Consumers should look for fresh flowers and be like Sherlock Holmes investigating clues of a fading fraying flower by looking at its interior- no browning or signs of being beaten up by sitting in a supermarket container for too long. The water should also be fresh since water must be changed daily for optimal results. Check out the guard petals that they are not curling and brown – another signifier that the flowers aren’t as fresh as you may want and need some first aid. A good tip is to ask the supermarket when their delivery will arrive so you can condition the flowers yourself.
You can also make a dramatic statement by purchasing three dozen tulips and putting it in a vase for a personalized choice. But obviously, this is an option for when you are taking these blooms to someone in your neighborhood.
Garden Roses Direct  This company is also an option because you can order the roses you may want directly from a supplier. Their varieties including the Baronesse are just some of the best on the market and they are owned by a wholesale company. This is their consumer line and a great source for the beautiful luxury rose. For one type of flower, this may be another option.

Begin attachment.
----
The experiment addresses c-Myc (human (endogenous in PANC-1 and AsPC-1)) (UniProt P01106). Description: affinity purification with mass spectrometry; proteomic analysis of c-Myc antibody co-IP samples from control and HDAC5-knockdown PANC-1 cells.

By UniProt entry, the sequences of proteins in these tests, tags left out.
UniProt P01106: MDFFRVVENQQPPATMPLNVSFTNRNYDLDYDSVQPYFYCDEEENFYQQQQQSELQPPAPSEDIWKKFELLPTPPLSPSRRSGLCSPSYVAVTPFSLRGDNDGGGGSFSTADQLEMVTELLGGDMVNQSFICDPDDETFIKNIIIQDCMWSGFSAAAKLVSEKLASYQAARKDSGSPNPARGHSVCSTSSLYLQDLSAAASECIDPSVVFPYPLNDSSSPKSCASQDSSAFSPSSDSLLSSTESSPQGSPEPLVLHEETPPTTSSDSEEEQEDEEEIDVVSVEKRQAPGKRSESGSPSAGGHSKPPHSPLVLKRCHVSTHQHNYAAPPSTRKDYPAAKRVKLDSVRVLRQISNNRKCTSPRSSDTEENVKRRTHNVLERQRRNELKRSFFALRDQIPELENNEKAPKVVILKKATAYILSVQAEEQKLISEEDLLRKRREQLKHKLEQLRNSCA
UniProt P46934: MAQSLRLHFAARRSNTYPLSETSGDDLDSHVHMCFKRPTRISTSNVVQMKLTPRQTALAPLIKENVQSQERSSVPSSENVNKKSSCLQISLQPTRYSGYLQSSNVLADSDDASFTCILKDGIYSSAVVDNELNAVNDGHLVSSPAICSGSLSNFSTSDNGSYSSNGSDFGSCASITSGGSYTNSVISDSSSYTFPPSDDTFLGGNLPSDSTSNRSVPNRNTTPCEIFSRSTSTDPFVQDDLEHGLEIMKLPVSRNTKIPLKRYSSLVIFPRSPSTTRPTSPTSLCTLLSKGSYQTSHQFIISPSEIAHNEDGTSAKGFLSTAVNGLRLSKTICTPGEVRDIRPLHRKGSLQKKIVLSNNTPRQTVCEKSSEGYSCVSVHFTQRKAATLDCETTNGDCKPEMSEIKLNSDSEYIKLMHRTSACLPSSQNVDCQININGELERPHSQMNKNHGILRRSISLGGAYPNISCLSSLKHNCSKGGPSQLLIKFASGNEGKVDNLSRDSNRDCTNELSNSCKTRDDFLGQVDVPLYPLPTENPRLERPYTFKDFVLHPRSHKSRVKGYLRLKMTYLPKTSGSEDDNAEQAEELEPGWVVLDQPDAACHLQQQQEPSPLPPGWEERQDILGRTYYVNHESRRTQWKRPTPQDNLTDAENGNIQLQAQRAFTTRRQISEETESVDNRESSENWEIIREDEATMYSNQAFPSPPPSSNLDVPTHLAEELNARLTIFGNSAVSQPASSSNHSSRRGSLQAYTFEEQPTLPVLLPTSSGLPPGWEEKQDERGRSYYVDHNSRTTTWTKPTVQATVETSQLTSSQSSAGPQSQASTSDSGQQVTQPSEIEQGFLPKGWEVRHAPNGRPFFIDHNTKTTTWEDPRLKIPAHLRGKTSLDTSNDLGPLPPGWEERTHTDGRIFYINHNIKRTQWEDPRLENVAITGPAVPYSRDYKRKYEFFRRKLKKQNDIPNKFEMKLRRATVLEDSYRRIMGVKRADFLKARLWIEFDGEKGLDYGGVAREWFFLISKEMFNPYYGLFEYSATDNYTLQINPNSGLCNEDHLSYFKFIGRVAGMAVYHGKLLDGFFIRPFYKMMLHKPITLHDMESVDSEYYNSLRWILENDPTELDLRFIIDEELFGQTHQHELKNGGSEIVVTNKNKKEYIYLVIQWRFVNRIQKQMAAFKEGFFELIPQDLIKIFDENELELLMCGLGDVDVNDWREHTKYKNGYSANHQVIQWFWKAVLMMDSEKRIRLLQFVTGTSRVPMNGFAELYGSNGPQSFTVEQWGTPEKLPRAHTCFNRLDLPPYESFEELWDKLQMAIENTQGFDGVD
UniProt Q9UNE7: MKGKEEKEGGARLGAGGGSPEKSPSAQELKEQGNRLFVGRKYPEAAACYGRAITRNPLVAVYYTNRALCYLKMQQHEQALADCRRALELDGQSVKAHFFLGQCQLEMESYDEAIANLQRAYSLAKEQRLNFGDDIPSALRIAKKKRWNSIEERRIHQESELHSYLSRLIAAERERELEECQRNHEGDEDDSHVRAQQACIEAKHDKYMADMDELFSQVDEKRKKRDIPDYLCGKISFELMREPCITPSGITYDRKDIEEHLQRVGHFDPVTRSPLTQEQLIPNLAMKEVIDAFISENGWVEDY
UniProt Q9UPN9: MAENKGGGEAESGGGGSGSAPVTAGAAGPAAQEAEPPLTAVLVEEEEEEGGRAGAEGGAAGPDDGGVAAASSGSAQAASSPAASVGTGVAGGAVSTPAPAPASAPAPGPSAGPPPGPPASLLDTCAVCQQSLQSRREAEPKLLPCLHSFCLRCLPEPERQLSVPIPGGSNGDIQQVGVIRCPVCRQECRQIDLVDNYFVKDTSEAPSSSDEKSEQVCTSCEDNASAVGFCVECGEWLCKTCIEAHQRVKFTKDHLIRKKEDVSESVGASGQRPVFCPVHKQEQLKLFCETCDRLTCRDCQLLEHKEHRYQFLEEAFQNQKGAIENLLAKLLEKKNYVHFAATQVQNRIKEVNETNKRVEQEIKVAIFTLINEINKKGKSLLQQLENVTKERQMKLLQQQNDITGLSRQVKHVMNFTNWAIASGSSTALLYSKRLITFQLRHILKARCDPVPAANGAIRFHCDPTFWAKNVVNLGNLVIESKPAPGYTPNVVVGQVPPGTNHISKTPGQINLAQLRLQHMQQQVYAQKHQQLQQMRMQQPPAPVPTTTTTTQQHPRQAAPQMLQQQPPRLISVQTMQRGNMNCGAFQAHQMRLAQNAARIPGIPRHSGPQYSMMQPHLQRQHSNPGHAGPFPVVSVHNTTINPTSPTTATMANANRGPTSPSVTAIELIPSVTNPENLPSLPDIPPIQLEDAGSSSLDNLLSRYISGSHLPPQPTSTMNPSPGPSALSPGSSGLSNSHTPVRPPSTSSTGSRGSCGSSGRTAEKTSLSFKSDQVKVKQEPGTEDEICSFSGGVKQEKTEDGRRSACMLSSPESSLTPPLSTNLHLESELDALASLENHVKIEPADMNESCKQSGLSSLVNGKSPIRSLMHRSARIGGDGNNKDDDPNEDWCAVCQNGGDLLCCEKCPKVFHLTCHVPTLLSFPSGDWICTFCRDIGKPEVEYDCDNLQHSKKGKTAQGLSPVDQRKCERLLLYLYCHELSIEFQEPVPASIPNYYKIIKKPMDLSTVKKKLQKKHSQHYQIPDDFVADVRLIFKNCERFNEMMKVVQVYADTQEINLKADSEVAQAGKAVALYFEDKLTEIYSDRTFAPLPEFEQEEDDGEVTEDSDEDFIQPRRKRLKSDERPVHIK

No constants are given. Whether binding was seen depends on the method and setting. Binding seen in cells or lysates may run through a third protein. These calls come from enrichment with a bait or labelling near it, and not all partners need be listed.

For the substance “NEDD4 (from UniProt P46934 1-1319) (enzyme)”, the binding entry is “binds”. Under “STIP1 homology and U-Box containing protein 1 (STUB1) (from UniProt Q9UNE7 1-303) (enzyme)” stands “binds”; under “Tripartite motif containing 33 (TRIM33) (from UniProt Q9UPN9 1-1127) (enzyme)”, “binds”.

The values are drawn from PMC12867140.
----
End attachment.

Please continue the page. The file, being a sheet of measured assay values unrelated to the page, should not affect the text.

Arnosky Family Farm
Considering that 80% of flowers purchased come from South America, the Netherlands or Kenya, you may pick up some whimsical blooms and put them in a mason jar for that country look. And then perhaps arrange the day around lunch nearby or a flower farm visit. In fact, because of distribution problems as well as environmental ones of drought in certain areas and heavy rains in Columbia, imports are more expensive. Purchasing local has a lot of appeals and helps the environment.